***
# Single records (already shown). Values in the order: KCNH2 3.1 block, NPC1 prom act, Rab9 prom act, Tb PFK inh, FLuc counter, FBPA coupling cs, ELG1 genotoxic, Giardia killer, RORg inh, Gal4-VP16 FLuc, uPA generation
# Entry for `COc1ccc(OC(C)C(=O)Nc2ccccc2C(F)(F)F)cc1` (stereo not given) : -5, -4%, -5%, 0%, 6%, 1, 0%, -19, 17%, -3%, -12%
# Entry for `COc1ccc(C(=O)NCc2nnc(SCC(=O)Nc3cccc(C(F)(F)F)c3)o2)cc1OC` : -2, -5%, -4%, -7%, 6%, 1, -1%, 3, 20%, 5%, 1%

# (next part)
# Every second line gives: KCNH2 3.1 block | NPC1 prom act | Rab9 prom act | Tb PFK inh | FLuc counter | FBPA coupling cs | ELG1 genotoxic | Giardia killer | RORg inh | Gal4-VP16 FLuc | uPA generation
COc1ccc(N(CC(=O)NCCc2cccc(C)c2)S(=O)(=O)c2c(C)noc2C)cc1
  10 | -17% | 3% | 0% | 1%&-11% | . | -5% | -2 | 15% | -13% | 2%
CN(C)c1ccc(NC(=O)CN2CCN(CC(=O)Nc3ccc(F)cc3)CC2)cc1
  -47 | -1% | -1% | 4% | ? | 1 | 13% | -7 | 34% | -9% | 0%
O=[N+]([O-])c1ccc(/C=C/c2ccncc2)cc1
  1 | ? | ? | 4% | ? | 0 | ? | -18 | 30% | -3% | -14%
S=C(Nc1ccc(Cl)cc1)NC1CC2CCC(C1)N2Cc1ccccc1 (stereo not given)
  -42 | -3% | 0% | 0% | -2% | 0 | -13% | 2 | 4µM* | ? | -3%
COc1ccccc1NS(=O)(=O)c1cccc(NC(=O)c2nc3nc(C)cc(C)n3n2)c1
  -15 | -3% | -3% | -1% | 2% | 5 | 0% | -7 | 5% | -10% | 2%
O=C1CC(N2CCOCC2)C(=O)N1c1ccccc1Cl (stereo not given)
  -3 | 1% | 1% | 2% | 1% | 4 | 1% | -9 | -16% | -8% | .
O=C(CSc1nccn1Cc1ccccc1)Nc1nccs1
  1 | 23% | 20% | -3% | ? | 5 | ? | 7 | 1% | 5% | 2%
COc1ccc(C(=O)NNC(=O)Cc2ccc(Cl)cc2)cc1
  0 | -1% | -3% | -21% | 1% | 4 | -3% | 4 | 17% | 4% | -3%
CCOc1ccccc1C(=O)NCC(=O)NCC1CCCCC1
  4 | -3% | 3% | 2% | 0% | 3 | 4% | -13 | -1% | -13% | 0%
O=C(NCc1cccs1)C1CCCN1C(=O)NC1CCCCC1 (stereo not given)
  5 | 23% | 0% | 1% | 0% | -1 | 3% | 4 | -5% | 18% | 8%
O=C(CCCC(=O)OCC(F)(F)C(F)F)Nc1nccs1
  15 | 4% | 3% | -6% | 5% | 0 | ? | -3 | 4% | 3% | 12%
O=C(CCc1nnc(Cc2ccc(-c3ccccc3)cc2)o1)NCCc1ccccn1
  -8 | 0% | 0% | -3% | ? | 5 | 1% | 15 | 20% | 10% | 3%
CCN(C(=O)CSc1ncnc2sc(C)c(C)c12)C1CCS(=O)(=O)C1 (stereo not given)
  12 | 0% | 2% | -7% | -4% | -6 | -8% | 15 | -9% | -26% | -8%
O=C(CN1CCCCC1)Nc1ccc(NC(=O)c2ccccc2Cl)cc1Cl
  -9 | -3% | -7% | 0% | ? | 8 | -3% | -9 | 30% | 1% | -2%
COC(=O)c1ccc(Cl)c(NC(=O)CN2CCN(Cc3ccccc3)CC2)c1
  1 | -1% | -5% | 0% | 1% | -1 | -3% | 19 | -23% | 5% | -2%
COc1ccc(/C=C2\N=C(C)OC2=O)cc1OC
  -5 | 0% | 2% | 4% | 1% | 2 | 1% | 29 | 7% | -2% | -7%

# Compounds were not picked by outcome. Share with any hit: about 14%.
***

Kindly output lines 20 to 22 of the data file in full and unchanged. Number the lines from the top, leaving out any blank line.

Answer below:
COc1ccc(C(=O)NNC(=O)Cc2ccc(Cl)cc2)cc1
  0 | -1% | -3% | -21% | 1% | 4 | -3% | 4 | 17% | 4% | -3%
CCOc1ccccc1C(=O)NCC(=O)NCC1CCCCC1